Let me say up front: I respect, admire, and appreciate the work that the National Hurricane Center does every year. They work hard, they fight to get their message out, and they are usually a very steady voice during the tumult and chaos of tropical systems. They’re an asset to the country.
But someone is dropping the ball to some degree on Sandy. I have read and seen and even been asked myself about the fact that since the NHC will no longer be handling warnings on this system, and it’s only a nor’easter, it’s weaker or not as bad. The meteorological semantics of a hurricane or tropical storm watch or warning means nothing to the general public. It has issues in terms of insurance companies, the meteorological record, and statistics. And in the end it’s probably not a massive deal either way. There’s even some upside to it. But when you get situations where people may let their guard down because a name change to them indicates it’s not so bad…that’s a problem.
Make no mistake: This storm is a monster, and it should be treated as such….regardless of name or definition. I would much rather see tropical advisories up and down the East Coast, than a jumbled, patchwork, inconsistent map of warnings such as this. The local NWS offices are doing amazing work…and will only have to work harder now because of this. And they deserve everyone’s thanks and appreciation for it.
On to the storm…
As I said, it’s a monster…modeling is unchanged and converging on a Long Beach Island-NYC landfall. Landfall again will only matter in terms of tidal flooding, and current flood projections along and north of the path are for major to record flooding. This is roughly from Monmouth County, NJ through NYC on to Long Island. The surge in New York Harbor is projected to be 5.5-6 feet, which would make it 1.5-2 feet higher than the flood from December 1992 that flooded parts of Lower Manhattan and the subway system, and it would also set a modern record, breaking the surge from Hurricane Donna in 1960. So the worst impacts will be along the Shore from Northern NJ through NY to Long Island and the CT coast.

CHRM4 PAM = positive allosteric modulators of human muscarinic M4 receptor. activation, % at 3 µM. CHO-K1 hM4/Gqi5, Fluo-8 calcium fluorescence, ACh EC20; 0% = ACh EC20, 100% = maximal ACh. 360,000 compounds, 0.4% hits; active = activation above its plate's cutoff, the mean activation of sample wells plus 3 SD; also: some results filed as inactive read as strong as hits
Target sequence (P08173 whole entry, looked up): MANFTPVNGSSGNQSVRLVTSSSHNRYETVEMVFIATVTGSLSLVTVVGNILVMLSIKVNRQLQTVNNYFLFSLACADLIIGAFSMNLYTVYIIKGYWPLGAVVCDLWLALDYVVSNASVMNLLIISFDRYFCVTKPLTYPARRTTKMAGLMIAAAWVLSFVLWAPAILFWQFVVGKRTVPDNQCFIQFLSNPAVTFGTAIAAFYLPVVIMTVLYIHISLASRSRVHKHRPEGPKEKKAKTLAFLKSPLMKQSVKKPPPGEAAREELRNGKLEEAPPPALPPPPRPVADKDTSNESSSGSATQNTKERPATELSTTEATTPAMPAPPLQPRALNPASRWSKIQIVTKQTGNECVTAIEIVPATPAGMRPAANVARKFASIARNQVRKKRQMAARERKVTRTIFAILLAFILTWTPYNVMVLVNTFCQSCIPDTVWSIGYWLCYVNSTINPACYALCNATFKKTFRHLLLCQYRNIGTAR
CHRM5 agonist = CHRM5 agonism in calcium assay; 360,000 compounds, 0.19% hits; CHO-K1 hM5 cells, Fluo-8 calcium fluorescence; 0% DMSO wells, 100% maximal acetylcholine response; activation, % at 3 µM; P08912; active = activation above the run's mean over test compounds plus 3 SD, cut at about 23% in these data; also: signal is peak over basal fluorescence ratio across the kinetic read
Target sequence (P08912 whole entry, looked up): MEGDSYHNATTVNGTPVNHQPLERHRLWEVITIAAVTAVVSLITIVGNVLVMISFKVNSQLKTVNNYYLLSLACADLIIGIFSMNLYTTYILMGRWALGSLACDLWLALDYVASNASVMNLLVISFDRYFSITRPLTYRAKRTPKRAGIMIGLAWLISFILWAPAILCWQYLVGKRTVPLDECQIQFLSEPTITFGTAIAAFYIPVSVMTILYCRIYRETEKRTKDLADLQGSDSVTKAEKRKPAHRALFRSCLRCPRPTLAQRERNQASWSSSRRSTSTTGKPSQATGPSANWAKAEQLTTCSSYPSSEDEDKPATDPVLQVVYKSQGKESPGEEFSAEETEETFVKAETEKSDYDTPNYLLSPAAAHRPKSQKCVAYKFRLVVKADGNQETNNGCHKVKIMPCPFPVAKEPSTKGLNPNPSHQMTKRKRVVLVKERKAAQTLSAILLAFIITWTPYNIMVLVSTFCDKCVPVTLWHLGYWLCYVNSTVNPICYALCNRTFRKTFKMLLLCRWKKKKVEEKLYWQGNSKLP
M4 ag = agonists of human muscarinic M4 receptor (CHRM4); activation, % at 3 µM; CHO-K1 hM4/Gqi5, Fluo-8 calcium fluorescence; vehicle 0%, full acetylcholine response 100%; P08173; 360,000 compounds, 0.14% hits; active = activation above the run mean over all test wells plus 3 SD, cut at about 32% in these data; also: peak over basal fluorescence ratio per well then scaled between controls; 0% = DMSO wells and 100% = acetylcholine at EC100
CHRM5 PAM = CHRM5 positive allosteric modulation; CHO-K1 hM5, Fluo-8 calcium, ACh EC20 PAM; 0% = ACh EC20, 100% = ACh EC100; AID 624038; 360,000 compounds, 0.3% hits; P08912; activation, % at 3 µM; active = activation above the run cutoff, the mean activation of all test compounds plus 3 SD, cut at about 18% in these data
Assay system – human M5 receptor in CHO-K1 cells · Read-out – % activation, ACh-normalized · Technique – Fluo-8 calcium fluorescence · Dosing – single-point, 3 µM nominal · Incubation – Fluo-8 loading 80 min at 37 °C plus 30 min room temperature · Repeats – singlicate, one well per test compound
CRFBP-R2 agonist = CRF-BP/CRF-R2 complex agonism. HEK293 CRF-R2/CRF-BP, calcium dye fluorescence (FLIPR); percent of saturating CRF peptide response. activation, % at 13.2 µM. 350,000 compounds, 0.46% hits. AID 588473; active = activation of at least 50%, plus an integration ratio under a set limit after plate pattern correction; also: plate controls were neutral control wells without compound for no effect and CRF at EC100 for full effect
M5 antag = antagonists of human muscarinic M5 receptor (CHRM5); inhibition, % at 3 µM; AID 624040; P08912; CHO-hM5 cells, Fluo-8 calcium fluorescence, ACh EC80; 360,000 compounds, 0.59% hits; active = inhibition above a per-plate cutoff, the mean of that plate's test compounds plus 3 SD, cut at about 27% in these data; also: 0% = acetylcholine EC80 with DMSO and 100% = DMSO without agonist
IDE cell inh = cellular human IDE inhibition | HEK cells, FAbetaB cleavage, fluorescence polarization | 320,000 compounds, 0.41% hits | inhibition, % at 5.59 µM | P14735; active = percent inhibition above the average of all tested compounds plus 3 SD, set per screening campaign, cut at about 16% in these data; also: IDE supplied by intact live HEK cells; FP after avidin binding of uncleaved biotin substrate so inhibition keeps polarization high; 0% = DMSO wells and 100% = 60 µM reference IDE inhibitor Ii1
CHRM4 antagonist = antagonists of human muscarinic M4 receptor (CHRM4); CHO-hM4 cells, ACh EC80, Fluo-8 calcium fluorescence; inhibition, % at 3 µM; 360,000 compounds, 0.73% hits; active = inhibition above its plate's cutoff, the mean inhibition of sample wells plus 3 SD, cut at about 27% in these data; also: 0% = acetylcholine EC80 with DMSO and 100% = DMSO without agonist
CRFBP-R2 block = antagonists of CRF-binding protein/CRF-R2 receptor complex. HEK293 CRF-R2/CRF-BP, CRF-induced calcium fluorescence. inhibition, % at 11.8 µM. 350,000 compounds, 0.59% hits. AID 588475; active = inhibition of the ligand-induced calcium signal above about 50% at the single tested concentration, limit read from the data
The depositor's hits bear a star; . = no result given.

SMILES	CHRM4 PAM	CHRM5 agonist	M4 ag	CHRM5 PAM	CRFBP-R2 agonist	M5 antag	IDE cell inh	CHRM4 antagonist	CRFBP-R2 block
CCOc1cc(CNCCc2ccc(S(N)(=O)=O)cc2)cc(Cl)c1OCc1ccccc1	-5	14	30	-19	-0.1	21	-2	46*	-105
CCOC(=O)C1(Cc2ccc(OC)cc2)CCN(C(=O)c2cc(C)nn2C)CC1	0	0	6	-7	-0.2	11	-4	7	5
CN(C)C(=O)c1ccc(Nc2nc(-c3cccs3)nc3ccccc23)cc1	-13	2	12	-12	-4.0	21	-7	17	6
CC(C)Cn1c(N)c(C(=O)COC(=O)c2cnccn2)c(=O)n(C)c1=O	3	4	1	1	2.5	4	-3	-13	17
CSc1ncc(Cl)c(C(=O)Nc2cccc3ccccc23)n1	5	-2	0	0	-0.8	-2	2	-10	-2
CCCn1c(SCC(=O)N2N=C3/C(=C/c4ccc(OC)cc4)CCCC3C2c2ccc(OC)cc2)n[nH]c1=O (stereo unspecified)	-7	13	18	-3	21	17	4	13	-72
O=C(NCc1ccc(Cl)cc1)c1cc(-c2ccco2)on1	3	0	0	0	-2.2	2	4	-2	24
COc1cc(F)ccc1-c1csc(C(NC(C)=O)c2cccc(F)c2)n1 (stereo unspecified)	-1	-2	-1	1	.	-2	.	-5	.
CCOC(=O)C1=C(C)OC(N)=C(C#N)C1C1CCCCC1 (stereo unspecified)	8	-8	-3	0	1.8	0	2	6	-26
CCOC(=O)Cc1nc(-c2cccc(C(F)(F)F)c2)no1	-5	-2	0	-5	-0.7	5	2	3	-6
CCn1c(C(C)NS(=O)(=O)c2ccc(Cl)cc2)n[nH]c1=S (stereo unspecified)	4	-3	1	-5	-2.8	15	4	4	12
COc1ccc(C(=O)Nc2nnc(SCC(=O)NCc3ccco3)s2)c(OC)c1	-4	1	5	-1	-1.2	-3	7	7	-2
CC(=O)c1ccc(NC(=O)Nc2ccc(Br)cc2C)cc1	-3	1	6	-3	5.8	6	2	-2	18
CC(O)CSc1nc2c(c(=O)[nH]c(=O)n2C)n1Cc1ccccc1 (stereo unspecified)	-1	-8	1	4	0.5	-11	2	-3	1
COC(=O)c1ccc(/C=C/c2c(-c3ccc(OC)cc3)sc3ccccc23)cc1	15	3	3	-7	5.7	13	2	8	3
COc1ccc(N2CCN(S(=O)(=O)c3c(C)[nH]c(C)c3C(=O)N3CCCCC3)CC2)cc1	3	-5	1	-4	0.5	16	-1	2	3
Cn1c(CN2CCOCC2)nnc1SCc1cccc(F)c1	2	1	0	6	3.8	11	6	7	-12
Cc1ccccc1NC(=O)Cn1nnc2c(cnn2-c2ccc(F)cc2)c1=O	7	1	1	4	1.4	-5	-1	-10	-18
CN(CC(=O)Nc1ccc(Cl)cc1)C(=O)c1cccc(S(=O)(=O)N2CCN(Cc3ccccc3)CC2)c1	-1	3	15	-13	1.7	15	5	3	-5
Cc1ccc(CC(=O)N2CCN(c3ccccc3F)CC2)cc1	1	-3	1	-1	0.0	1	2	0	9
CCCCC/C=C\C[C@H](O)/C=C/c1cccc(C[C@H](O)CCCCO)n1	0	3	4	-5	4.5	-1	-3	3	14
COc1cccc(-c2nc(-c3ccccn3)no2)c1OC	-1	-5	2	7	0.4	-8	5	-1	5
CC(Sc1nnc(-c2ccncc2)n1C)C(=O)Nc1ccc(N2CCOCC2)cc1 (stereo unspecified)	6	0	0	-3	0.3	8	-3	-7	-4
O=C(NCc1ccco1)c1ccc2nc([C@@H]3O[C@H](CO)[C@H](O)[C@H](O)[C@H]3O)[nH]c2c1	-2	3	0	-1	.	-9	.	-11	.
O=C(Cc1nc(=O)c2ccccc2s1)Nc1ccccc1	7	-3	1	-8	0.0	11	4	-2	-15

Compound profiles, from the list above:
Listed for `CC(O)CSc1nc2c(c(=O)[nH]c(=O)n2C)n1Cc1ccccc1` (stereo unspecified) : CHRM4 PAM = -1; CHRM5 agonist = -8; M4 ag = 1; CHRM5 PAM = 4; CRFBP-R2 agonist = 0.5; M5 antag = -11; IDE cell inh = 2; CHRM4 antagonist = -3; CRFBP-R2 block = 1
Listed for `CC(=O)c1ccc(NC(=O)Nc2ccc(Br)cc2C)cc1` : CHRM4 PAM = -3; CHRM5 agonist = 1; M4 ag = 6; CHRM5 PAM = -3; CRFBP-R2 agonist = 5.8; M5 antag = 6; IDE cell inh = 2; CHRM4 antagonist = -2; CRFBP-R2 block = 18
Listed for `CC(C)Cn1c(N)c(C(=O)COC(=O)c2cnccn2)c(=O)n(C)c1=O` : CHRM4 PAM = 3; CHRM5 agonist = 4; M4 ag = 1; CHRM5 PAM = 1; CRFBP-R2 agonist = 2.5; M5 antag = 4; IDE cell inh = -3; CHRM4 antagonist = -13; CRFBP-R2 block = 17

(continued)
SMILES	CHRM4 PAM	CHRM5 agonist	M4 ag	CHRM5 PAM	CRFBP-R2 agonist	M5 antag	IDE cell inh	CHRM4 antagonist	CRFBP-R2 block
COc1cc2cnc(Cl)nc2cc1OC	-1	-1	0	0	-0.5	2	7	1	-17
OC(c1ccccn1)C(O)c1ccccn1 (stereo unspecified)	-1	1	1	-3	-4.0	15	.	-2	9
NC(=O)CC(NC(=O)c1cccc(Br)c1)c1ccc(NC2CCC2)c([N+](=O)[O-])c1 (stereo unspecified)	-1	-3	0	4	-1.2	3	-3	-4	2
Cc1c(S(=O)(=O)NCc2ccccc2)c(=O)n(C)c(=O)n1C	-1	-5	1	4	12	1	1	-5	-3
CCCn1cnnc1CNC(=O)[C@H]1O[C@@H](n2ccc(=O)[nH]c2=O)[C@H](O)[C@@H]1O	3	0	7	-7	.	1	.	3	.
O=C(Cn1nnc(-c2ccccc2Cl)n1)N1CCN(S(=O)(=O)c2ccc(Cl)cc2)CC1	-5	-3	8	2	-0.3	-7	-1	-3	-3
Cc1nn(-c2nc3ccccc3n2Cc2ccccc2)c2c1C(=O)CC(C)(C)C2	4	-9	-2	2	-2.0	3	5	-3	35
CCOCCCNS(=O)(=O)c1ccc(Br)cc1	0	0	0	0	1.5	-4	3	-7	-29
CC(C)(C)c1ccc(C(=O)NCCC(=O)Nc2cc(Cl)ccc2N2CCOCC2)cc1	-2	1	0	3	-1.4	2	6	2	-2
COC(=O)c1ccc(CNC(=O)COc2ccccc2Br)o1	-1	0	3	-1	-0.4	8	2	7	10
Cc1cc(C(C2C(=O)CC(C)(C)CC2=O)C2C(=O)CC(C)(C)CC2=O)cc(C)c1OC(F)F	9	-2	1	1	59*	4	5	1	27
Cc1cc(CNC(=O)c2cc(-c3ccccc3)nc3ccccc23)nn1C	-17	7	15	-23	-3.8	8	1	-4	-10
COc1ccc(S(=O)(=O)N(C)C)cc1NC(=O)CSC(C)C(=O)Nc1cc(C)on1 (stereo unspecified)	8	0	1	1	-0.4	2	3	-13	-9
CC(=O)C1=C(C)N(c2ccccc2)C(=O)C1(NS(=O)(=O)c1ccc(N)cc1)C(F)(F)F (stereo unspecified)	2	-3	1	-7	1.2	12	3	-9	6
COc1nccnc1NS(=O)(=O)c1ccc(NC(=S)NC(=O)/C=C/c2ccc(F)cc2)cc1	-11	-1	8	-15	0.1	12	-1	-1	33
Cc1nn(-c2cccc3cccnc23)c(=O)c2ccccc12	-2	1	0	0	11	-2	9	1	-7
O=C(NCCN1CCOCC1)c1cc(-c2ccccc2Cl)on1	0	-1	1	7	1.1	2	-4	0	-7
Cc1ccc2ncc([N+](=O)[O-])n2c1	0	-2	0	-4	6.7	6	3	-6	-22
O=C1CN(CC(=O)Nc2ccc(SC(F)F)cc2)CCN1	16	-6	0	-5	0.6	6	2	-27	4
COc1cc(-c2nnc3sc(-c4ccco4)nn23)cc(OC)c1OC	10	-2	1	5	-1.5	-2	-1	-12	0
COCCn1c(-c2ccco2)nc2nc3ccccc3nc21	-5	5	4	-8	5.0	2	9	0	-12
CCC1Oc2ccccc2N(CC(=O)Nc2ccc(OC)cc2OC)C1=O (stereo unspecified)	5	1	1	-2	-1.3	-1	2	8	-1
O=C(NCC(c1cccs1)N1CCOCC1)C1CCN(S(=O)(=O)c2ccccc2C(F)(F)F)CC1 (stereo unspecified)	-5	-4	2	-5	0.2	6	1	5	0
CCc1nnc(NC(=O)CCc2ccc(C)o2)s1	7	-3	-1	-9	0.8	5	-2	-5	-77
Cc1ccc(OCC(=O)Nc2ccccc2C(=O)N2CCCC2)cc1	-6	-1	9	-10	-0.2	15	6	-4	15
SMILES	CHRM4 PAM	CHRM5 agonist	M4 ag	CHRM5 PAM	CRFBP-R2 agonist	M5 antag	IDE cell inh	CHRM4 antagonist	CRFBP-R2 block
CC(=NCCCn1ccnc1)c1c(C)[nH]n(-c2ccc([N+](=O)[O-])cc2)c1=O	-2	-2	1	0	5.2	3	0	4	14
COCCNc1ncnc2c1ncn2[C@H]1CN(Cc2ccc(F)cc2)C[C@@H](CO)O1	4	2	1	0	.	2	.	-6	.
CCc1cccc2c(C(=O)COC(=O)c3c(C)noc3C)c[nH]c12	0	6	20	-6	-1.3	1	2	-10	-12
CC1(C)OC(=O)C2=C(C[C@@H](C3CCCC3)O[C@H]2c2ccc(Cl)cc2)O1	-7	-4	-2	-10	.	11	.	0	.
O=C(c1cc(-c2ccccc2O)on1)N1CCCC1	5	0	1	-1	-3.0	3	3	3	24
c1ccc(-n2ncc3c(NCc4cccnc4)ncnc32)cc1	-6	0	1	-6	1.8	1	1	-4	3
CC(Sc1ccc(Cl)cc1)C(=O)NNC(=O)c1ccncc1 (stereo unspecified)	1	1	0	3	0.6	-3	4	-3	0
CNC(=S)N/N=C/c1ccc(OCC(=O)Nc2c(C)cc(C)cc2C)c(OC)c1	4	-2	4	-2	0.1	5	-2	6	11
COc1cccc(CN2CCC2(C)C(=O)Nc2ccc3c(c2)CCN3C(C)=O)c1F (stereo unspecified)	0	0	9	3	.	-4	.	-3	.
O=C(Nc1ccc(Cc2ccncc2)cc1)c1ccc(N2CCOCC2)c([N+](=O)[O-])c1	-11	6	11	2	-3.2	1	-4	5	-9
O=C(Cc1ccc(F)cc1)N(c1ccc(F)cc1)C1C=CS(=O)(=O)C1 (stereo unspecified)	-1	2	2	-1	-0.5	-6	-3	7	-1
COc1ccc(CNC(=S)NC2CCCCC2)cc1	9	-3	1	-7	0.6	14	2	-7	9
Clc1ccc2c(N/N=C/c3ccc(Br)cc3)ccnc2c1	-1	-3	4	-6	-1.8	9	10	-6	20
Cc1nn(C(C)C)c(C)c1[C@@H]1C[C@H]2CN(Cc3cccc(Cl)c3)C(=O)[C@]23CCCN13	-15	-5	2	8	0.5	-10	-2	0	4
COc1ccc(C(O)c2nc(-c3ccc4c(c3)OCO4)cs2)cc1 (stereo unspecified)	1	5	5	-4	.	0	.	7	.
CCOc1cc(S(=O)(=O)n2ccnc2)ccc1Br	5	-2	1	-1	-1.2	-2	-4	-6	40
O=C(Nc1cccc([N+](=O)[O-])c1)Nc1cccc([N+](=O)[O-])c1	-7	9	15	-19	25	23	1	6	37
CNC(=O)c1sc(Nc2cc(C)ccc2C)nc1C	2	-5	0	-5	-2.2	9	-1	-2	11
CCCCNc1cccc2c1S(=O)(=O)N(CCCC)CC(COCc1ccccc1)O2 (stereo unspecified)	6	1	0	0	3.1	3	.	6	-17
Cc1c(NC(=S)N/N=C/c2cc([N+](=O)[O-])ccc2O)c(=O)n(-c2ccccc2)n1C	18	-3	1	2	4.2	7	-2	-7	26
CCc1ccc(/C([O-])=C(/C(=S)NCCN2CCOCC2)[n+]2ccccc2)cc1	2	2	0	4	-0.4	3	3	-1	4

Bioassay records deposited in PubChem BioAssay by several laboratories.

In South Jersey, tidal flooding will be much like that of storms we saw in the 1990s…severe to major, but I don’t think it will be record breaking at this time. That will be strictly for the barrier islands, and perhaps along the Back Bays of the Mainland initially as well, though as the wind shifts, the Bay water will rush back to the islands.
For all areas: 40-60 mph winds, widespread power outages, rainfall flooding for parts of S NJ/PA/DE/MD, and pretty much a complete shutdown Monday, with slow improvement Tuesday.
So regardless of the name or classification, prep for this storm as you would a hurricane. And stay safe.